SHANGHAI, Aug 17 (Reuters) - China is scrambling to alleviate power shortages and bring more water to the drought-hit basin of the Yangtze river as it battles a record-breaking heatwave by deploying relief funds, seeding clouds and developing new sources of supply.
For more than two months, baking temperatures have disrupted crop growth, threatened livestock and forced industries in the hydropower-dependent regions of the southwest to shut down so as to ensure electricity supplies for homes.
China has repeatedly warned that it faces a proliferation of extreme weather events in coming years as it tries to adapt to climate change and rises in temperature that are likely to be more severe than elsewhere.
The current extreme heat is likely to stem from a "special case" of high pressure from a West Pacific subtropical high extending over much of Asia, said Cai Wenju, a researcher with Australia's national scientific research institute, CSIRO.
On Wednesday, China's southwestern province of Sichuan said it would ration power supplies to homes, offices and shopping malls, after having already ordered energy-intensive metals and fertiliser producers to curb operations.
In what appears to be an official call to cut back use of electricity, government offices were asked to set air conditioners no lower than 26 degrees Celsius (79 Fahrenheit) and use more staircases instead of lifts, the Sichuan Daily, run by the provincial government, said.
Power shortages have also prompted several companies in the sprawling Chongqing region bordering Sichuan to say they would suspend production.
Chinese vice premier Han Zheng visited the State Grid Corporation on Wednesday and said further efforts were needed to ensure power supply for residents and key industries, and to prevent power cuts, according to a state media report.
China should accelerate the construction of key projects, improve power load management and promote the joint operation of coal power and renewable energy, Han said.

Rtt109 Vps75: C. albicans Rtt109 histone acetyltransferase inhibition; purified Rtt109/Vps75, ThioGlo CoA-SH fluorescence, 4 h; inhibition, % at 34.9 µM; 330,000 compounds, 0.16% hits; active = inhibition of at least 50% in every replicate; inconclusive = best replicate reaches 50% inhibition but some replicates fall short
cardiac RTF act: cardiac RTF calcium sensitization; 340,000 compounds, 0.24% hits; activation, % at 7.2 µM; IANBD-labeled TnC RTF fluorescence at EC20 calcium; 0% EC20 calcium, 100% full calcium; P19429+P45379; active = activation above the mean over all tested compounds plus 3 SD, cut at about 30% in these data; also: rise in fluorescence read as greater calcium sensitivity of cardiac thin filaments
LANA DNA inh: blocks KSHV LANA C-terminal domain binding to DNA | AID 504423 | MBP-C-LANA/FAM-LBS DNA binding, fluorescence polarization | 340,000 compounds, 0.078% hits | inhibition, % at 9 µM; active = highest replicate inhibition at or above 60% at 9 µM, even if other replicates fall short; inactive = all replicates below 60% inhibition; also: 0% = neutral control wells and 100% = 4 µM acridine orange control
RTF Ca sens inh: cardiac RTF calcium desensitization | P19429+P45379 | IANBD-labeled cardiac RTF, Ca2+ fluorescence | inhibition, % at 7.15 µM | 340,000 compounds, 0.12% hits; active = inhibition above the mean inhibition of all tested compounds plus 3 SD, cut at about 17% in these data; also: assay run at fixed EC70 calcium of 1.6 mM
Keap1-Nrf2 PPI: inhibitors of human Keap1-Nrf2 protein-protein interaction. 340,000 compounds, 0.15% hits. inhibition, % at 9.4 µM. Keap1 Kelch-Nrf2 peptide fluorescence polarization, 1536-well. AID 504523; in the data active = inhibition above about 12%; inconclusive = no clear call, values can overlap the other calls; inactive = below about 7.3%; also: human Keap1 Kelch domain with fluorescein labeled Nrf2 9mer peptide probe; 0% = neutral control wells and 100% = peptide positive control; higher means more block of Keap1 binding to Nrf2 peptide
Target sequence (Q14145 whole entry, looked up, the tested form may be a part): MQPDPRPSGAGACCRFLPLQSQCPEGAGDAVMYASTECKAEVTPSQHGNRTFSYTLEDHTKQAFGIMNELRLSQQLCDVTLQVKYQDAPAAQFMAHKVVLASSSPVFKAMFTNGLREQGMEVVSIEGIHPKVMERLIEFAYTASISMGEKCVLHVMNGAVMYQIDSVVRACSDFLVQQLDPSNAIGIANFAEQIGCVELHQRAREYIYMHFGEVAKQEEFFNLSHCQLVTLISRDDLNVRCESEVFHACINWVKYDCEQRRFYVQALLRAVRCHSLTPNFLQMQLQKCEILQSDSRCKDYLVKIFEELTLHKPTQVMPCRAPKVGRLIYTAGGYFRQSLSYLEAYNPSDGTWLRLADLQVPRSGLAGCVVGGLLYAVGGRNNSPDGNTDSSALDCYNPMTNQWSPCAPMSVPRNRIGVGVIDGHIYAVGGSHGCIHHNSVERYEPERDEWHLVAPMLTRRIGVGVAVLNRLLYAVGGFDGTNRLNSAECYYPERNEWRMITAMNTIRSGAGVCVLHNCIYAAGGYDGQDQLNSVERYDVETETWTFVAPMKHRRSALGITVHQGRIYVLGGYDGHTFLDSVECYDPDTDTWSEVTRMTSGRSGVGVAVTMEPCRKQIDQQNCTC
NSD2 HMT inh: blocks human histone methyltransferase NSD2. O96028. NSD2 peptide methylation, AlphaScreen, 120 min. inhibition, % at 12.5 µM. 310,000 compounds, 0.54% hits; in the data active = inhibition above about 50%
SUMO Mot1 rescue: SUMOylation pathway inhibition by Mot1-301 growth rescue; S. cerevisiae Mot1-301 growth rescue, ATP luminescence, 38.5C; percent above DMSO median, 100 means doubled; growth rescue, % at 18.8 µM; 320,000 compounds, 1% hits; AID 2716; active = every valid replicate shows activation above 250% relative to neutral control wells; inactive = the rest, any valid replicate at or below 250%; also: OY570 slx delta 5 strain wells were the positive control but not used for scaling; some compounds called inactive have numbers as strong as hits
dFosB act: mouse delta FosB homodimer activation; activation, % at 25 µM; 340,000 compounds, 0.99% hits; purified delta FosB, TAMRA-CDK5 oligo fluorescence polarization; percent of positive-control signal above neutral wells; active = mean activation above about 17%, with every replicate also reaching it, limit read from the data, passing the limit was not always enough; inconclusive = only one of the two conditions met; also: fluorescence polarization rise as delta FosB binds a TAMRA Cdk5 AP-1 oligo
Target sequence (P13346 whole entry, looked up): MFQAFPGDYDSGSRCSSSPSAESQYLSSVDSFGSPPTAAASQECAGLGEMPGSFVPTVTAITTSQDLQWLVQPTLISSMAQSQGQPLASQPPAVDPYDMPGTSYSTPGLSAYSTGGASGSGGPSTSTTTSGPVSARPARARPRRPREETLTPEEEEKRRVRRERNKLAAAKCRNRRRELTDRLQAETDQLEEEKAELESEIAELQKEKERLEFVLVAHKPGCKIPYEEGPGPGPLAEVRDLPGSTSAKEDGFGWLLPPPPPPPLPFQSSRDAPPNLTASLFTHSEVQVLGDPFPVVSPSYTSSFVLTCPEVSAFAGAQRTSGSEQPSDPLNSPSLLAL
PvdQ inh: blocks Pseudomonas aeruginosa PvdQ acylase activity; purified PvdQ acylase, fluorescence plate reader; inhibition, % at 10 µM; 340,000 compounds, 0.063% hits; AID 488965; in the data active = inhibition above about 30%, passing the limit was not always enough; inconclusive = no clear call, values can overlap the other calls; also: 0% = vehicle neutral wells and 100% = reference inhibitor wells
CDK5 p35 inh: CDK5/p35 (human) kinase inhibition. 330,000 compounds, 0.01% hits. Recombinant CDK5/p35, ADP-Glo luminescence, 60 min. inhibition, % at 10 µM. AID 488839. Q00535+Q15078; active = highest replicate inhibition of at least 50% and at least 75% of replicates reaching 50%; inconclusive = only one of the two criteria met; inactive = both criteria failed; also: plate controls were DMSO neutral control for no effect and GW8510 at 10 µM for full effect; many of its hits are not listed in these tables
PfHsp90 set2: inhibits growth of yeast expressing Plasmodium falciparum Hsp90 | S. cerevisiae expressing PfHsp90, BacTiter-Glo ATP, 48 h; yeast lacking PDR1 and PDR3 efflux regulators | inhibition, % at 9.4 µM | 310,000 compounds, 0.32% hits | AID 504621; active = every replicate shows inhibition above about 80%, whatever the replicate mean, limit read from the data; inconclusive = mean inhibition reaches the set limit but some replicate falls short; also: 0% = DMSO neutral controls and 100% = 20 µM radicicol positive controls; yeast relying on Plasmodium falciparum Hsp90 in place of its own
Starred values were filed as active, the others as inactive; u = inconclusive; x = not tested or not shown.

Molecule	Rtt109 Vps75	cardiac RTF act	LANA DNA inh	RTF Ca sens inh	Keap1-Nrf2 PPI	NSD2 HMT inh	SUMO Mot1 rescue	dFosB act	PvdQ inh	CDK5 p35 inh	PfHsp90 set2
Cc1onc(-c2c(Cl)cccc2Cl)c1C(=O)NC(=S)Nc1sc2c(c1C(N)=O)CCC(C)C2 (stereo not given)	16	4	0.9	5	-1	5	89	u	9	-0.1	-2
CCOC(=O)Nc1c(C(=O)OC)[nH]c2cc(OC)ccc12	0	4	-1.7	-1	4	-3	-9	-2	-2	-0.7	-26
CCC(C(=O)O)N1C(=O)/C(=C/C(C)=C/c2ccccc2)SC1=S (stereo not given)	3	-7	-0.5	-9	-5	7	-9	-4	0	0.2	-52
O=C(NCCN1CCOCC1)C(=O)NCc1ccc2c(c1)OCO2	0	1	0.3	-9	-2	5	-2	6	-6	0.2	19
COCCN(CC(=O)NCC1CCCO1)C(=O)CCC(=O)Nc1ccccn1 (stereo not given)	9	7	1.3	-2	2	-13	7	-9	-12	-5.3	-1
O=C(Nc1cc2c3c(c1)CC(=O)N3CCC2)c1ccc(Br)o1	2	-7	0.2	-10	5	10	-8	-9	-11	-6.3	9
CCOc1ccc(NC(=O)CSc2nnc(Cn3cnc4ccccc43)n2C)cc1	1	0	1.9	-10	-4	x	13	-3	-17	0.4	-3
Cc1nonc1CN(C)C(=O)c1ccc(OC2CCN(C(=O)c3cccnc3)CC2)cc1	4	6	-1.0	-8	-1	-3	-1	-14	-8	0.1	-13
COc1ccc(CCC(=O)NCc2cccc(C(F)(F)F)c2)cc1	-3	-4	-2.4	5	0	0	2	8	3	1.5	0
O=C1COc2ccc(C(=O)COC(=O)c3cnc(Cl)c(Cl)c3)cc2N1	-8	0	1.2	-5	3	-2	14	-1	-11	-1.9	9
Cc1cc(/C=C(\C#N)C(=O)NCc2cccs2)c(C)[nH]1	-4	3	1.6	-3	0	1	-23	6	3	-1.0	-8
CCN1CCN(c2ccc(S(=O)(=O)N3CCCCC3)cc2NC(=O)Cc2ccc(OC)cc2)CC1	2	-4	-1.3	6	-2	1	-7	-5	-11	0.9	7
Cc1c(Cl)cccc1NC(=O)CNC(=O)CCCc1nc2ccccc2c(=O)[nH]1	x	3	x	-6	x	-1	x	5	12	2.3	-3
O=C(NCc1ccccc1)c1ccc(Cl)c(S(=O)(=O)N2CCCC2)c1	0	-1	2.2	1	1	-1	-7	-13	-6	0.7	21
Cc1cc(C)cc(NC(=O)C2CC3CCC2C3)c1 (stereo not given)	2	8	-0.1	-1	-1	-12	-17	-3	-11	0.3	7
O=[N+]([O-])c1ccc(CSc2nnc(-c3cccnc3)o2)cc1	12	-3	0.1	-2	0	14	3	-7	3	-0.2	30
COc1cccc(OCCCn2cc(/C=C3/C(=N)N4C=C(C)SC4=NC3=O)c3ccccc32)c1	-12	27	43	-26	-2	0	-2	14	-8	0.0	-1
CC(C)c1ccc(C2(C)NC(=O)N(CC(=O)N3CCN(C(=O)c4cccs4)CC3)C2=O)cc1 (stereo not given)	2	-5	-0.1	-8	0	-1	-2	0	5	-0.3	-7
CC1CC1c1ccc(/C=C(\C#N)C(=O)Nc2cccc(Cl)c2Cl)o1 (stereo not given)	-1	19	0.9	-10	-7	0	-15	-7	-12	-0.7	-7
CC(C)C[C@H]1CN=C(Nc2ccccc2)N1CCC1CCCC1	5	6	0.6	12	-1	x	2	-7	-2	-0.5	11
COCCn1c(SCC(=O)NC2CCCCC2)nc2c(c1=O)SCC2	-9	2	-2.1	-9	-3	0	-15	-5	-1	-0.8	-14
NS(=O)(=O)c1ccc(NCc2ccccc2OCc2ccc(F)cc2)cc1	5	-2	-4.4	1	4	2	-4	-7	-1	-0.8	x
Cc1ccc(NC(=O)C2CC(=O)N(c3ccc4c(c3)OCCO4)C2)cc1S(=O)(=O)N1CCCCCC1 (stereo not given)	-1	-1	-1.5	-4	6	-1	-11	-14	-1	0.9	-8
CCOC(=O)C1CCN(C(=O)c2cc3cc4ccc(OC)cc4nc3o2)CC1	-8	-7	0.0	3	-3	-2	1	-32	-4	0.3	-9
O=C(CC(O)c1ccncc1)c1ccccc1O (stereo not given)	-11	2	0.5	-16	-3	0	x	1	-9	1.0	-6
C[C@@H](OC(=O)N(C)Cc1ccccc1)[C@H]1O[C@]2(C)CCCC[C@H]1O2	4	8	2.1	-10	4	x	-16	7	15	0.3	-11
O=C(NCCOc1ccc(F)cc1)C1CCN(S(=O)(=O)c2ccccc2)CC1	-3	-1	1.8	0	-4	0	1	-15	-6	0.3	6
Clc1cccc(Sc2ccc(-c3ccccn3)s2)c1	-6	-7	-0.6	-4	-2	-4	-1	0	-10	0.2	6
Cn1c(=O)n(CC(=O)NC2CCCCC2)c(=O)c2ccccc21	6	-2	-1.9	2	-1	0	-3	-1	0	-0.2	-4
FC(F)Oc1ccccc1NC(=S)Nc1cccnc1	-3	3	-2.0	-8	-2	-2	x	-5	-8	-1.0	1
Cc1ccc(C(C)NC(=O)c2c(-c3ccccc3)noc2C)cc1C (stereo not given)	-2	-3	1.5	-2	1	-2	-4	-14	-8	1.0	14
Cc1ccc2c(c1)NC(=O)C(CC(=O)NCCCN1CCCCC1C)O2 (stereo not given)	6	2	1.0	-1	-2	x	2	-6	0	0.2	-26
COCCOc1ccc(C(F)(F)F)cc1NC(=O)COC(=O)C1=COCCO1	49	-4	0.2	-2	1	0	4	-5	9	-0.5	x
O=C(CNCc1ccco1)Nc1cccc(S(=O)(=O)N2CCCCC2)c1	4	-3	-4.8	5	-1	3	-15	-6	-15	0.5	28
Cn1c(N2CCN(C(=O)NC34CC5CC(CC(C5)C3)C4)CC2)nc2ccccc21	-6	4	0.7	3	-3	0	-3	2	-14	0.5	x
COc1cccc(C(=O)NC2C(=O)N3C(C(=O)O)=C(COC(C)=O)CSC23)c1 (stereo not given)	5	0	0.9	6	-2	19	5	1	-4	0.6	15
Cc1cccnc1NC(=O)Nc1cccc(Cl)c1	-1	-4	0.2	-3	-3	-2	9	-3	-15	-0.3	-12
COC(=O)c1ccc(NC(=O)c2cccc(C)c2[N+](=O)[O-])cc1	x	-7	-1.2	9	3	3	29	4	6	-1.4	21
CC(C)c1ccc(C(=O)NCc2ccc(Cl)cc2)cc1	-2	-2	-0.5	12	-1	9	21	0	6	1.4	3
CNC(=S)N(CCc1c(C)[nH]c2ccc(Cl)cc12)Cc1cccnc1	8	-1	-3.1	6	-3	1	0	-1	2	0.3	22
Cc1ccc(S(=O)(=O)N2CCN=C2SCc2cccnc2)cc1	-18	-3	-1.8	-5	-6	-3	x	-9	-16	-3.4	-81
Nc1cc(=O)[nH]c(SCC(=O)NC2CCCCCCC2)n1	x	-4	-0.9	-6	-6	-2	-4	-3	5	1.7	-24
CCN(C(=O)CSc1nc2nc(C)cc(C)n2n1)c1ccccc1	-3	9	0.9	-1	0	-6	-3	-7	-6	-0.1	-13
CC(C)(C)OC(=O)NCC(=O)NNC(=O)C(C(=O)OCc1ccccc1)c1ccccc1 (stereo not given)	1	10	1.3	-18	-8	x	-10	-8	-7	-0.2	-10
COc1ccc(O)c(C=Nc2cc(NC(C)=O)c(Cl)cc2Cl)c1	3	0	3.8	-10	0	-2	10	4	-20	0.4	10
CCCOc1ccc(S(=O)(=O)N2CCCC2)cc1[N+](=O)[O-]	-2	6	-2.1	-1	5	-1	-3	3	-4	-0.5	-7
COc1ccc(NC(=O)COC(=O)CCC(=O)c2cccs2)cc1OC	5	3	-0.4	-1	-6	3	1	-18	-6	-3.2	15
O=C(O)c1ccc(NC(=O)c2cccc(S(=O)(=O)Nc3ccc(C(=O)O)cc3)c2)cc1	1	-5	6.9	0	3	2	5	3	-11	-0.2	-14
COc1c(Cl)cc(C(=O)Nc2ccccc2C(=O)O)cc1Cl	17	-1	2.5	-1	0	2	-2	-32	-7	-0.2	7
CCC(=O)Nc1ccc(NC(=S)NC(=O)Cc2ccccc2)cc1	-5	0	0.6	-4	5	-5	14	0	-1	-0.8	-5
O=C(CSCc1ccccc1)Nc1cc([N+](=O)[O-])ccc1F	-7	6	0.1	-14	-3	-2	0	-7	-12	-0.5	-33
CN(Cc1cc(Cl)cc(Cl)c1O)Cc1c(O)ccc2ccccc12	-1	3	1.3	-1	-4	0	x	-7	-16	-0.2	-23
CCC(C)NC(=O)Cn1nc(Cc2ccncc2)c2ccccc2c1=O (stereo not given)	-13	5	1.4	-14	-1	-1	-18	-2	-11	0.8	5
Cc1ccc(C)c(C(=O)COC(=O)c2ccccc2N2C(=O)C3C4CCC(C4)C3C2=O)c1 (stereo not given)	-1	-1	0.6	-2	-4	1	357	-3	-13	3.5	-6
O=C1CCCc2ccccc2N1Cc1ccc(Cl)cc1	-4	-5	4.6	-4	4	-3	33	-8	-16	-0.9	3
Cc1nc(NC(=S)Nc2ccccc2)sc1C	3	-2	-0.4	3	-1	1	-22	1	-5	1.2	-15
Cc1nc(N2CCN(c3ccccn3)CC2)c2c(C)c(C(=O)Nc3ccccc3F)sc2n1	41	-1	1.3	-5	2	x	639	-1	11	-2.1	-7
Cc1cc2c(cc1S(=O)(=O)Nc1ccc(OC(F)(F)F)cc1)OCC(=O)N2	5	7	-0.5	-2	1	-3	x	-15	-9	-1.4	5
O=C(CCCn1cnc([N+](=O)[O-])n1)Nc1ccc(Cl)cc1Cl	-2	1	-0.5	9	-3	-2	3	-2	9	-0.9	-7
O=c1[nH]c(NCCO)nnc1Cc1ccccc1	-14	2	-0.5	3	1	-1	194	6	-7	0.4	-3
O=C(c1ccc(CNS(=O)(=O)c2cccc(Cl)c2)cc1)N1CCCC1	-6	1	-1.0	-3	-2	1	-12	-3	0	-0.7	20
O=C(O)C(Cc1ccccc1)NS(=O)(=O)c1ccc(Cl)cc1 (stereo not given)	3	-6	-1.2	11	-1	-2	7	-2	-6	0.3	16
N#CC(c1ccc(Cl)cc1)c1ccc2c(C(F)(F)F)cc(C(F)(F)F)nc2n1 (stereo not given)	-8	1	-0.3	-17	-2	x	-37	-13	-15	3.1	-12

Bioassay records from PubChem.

Hydropower makes up about 80% of Sichuan's power capacity, but dwindling water flows on the Yangtze and its tributaries led to a struggle to meet mounting demand for air conditioning as temperatures soared to 40C(104F) and beyond.
Average precipitation in Sichuan is 51% less than that of previous years, according to state news agency Xinhua, which cited the provincial branch of State Grid.
Some reservoirs have dried up, after water from major rivers reduced by as much as half, it said.
Drought throughout the Yangtze river basin was also "adversely affecting" drinking water for rural people and livestock, as well as the growth of crops, the water resources ministry said in a notice.
It urged drought-hit regions to make plans to maintain water supply with steps such as temporary water transfer, the development of new sources and the extension of pipe networks.
To boost downstream supplies, China's biggest hydropower project, the Three Gorges dam, will step up water discharges by 500 million cubic metres over the next 10 days, it said on Tuesday. Water flows there this week were about half those of a year earlier.
Some livestock from drought-hit areas had been temporarily moved elsewhere, the finance ministry said this week, promising disaster relief of 300 million yuan ($44.30 million).
On Wednesday, the central province of Hubei became the latest to unveil an effort to induce rainfall, by sending airplanes to fire the chemical silver iodide into the clouds.
Other regions on the Yangtze have also launched "cloud seeding" programmes, but with cloud cover too thin, operations in some parched areas have stayed on standby.
China's heatwave has run for 64 days, making it the longest since full records began in 1961, state media said, citing data from the National Climate Centre.
As many as 262 weather stations have recorded temperatures of 40 degrees C (104 degrees F) and above, also the highest such tally. Eight have seen 44 degrees C (111 degrees F).
High temperatures will persist until August 26 in the Sichuan basin and large parts of central China, the centre forecast.